eBay’s Emma Grant on Initiatives to Help Retailers

David-BrackinDavid Brackin is a regular contributor to Tamebay and is the co-founder of Stuff U Sell. He has sold over 250,000 different items on eBay.

He was at the Internet Retailing Expo this week and reports on the talk by Emma Grant from eBay UK.

eBay initiatives to help retailers

Emma Grant, Senior Manager of Seller Experience at eBay UK, is well known in the seller community and well-liked for her engagement and willingness to investigate issues for sellers. Today she was at IRX to set out eBay’s stall about how they make it easy for retailers to offer a modern buying experience.

Emma started by pointing out that things have changed over the years at eBay. With 800m listings globally now and 79% of sales being new items (and 84% being sold at fixed price), it is “no longer the fleamarket eBay of old”: the steady move from C2C sales towards B2C sales (including the bigger brands and retailers) has helped the site improve its image in the eyes of the buyer.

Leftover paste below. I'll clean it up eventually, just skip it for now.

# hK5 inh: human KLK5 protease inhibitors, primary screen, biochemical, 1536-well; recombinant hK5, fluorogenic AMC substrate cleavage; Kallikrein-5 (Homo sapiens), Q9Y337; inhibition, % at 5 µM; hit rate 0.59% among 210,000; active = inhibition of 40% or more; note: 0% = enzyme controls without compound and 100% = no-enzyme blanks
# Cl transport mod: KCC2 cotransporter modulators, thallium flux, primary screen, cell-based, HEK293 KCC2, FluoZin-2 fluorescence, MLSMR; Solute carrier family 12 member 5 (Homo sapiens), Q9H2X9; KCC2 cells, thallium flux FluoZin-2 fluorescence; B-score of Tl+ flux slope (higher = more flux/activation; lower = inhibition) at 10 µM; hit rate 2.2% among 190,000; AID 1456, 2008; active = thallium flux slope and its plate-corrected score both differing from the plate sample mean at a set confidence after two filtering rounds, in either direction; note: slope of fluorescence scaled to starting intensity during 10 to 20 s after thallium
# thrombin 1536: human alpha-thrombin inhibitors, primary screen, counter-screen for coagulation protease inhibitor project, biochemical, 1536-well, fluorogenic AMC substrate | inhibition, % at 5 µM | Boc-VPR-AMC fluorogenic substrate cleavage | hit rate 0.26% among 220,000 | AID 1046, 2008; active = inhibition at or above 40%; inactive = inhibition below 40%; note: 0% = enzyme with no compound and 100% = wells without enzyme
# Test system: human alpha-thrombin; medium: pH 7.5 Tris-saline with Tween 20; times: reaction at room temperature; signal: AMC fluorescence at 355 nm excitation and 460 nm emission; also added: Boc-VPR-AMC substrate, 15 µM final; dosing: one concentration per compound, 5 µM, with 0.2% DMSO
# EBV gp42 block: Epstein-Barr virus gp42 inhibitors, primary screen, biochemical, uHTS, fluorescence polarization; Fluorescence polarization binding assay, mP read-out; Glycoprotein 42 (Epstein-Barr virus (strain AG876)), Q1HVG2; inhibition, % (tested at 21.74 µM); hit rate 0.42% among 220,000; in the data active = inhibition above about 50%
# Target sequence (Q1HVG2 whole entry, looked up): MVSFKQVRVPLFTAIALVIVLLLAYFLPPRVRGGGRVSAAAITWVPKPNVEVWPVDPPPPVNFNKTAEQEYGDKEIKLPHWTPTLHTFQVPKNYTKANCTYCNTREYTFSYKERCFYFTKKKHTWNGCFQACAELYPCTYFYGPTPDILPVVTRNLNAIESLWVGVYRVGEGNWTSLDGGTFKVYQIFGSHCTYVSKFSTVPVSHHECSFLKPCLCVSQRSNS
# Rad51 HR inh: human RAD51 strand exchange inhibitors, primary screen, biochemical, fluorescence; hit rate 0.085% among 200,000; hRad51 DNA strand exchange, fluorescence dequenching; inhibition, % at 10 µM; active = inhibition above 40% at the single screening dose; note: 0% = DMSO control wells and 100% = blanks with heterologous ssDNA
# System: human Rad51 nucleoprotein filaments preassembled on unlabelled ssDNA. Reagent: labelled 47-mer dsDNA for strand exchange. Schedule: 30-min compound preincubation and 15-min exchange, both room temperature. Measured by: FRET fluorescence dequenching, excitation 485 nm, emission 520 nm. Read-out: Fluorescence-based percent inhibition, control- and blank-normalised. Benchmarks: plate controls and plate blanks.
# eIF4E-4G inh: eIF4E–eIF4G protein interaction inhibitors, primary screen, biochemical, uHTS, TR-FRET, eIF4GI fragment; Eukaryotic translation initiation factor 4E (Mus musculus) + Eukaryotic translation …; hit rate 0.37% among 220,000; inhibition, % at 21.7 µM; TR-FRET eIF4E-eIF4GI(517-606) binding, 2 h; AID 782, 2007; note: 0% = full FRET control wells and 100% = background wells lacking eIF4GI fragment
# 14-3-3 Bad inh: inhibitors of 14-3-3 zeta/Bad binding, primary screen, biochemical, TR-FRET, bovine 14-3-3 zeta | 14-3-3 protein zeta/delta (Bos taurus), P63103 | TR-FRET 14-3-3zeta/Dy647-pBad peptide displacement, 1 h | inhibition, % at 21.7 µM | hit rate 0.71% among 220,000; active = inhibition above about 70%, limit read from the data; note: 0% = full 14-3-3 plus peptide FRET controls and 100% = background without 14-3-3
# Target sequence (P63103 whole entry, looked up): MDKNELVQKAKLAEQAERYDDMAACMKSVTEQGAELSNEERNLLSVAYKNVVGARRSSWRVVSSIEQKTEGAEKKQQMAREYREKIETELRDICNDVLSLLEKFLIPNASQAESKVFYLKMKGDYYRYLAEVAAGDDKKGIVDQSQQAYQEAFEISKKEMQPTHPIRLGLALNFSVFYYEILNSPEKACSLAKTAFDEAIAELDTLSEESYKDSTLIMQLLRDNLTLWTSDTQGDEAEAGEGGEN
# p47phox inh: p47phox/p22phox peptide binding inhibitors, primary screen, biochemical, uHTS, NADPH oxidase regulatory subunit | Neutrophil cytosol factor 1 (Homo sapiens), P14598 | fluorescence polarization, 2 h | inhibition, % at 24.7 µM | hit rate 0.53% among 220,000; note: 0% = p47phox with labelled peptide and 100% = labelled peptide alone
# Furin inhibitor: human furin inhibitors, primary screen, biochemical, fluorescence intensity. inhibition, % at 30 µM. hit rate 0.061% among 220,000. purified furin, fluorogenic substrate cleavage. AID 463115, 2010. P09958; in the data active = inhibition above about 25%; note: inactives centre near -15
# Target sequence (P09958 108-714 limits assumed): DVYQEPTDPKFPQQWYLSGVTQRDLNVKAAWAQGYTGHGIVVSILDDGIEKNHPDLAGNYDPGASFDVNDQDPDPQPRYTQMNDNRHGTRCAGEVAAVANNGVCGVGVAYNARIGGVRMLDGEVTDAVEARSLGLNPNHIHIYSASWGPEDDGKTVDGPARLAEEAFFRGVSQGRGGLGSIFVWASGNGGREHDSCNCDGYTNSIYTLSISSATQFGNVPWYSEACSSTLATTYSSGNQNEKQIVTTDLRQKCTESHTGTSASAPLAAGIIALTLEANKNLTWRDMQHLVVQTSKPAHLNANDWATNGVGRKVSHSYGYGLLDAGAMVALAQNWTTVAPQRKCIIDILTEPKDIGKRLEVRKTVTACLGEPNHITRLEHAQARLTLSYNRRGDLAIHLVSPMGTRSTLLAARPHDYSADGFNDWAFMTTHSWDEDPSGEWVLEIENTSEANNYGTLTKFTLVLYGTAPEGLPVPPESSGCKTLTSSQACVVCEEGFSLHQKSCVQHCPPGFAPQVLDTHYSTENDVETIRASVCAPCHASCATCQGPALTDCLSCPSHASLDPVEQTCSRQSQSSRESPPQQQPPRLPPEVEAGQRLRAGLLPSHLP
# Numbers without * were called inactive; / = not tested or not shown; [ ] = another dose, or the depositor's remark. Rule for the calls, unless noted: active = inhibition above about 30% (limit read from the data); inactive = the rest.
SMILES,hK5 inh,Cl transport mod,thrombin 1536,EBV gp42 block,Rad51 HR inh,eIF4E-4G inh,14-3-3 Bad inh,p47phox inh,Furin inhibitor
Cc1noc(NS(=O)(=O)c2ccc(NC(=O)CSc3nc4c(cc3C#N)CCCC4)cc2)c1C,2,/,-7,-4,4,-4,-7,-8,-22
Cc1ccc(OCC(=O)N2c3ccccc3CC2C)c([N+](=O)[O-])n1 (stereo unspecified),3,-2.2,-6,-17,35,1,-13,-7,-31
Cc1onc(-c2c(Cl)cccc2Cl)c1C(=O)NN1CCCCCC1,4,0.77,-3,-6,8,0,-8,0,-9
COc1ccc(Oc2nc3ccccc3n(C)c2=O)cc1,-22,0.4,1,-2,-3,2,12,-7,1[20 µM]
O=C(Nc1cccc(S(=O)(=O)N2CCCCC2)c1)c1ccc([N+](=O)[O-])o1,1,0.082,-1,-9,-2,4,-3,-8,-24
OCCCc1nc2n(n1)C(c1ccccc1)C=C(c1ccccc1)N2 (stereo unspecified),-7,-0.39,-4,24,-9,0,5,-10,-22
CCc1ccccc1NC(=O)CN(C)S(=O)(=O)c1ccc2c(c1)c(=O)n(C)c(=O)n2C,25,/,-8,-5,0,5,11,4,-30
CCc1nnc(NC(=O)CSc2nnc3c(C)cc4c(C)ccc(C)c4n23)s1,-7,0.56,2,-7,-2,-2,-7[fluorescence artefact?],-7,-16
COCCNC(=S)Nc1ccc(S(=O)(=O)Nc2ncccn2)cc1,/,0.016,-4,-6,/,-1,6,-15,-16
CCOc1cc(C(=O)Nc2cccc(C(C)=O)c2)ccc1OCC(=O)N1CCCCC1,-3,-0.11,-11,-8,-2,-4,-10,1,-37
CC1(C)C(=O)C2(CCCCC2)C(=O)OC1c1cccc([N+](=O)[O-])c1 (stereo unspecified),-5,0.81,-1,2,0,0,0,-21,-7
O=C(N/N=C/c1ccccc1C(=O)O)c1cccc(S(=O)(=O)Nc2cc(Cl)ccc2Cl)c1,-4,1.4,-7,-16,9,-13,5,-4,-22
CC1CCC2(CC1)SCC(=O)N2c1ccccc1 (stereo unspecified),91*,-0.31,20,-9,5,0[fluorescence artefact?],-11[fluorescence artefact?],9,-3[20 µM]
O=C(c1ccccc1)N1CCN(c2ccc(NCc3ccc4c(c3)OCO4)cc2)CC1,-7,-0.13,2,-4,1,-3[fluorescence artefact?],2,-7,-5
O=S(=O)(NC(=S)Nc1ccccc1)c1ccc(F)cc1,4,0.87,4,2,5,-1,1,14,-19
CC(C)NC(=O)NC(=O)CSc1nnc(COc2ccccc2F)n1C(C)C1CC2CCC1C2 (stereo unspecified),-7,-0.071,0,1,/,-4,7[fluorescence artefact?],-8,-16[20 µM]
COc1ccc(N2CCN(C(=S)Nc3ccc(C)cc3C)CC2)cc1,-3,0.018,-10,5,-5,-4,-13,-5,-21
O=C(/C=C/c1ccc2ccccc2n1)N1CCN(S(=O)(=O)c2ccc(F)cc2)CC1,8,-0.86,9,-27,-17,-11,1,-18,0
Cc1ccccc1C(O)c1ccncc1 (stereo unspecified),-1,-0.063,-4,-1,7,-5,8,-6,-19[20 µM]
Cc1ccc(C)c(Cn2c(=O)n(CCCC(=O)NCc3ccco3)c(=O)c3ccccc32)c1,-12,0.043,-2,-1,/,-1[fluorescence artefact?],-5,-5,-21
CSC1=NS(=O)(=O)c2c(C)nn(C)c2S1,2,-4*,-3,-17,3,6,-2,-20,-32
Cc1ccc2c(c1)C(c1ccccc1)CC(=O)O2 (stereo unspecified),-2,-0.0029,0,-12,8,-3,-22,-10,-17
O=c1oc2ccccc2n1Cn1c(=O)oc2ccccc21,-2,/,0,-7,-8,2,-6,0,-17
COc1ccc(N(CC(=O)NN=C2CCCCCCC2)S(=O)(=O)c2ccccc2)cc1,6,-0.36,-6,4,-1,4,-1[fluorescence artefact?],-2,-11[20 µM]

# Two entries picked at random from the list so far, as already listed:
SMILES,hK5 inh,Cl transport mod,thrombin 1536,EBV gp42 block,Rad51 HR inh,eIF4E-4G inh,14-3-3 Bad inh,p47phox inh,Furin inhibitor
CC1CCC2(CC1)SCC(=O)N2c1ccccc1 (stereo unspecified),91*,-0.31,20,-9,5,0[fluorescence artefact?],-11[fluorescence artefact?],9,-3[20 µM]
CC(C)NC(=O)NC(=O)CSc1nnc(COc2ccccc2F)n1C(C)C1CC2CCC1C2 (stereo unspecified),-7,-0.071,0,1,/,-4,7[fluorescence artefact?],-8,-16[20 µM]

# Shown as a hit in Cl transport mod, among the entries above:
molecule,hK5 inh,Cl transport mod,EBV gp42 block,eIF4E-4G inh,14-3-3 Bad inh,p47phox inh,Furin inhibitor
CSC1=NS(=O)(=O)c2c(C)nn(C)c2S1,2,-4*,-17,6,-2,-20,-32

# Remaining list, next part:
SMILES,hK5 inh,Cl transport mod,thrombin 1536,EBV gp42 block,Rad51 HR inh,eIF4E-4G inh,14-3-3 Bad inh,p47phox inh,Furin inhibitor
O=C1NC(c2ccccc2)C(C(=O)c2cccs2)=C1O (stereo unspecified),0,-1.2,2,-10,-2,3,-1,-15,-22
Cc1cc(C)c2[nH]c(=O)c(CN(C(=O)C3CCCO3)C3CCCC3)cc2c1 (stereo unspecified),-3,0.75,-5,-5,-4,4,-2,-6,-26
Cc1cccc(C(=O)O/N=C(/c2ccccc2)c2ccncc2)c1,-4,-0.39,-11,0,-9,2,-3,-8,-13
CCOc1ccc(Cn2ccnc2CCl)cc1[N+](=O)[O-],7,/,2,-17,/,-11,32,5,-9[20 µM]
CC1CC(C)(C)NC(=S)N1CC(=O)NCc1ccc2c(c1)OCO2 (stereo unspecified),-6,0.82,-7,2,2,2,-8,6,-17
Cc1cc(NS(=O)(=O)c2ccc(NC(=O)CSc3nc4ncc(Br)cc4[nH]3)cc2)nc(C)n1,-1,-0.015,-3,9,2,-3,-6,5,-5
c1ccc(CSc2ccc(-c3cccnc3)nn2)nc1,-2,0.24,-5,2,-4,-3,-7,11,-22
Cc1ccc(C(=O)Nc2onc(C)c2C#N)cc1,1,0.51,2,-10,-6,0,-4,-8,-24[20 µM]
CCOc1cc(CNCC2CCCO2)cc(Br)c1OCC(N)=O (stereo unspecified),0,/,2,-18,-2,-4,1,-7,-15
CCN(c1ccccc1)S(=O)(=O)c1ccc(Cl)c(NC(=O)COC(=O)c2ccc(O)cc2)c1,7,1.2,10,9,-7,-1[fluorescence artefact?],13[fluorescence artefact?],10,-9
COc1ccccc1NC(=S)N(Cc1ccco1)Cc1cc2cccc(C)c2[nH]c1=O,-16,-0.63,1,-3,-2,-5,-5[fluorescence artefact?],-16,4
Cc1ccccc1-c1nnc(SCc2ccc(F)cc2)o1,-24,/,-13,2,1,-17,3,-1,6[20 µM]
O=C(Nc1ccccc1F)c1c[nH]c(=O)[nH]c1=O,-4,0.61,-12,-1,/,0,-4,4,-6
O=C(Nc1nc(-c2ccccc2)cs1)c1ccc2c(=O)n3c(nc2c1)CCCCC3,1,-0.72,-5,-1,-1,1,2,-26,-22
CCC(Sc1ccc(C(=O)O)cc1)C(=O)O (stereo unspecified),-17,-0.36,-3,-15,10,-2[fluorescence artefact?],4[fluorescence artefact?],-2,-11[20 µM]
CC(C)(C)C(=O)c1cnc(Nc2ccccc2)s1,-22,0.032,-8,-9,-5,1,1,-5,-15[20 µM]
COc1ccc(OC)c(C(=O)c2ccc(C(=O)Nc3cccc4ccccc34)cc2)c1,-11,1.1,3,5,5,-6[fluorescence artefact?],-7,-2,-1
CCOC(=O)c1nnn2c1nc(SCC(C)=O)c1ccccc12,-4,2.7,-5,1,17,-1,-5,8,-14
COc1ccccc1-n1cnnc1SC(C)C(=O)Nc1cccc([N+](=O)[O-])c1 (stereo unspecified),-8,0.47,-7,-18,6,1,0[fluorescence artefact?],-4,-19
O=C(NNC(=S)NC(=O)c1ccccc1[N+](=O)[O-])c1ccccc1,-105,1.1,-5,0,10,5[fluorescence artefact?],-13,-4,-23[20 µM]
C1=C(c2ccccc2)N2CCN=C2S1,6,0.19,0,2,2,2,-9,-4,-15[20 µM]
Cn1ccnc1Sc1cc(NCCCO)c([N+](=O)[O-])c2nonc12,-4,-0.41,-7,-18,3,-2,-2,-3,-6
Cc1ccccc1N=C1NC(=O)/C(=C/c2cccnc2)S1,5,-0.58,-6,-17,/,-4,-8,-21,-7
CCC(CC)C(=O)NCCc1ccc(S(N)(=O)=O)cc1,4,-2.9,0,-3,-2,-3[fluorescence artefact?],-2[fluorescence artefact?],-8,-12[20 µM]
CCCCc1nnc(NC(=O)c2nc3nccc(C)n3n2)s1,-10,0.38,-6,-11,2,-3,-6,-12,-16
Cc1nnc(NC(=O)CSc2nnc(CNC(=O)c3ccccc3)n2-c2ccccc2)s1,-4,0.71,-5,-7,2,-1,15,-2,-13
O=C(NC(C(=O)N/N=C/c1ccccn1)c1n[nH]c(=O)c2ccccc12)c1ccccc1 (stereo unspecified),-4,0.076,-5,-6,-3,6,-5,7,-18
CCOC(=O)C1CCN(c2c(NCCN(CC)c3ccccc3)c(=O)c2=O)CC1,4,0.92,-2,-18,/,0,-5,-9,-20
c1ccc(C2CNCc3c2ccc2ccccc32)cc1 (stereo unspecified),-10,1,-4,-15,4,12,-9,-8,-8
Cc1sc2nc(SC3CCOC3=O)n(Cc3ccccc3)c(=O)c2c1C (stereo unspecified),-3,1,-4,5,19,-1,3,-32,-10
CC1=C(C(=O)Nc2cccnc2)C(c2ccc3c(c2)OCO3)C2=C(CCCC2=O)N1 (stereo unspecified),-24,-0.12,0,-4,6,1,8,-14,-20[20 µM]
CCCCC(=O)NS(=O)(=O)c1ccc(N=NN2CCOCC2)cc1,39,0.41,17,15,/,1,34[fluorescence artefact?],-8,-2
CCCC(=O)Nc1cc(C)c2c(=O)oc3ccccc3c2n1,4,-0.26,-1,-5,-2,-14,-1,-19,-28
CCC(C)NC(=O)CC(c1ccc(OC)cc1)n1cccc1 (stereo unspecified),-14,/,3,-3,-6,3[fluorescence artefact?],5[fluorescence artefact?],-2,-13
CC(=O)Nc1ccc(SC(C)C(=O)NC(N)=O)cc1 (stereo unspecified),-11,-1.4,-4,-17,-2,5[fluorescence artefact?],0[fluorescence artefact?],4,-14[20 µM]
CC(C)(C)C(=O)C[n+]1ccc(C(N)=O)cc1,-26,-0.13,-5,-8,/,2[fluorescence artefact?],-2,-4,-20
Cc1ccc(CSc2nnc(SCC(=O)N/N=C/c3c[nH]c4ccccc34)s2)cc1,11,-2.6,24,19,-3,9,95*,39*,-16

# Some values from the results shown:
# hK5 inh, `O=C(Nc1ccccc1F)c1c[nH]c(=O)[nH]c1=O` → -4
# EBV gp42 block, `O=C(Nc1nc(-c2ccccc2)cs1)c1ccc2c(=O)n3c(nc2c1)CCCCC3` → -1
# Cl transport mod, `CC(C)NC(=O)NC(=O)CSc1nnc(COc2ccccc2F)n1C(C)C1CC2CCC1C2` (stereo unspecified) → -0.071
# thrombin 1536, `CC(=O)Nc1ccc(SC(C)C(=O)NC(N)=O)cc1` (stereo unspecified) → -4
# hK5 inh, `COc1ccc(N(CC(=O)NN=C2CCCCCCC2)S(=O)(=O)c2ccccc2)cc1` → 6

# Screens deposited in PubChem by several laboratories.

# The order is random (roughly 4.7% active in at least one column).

The other big change is that buyers are demanding a more modern buying experience: they expect to be able to research and transact across a range of offline locations and online devices, all seamlessly across borders. Traditionally retailers focus on their key strength of product sourcing — and eBay’s proposition is that it will do the development work and find partnerships to make the rest of it easy. The main purchase steps, according to Emma, are:-

1. Awareness
2. Research
3. Purchase
4. Fulfilment
5. Loyalty

Across each of these areas, eBay has initiatives to help retailers out: they are spending money on marketing and the recent 20% coupon was a great draw of customers to the site. The recently resurrected reviews functionality helps provide shared content for the research step. Purchases have moved onto the mobile apps without sellers needing to lift a finger, and the Global Shipping Programme allows international shipping with no more bother than shipping to Derby. Finally the feedback and sense of community have always been a strong feature for eBay.

As a small (or even a larger!) retailer, it would be hard to do all this on your own and keep it up to date, so eBay’s pitch is that they provide much more than just another checkout.

What do you think? How are eBay doing at supporting each of Emma’s 5 steps?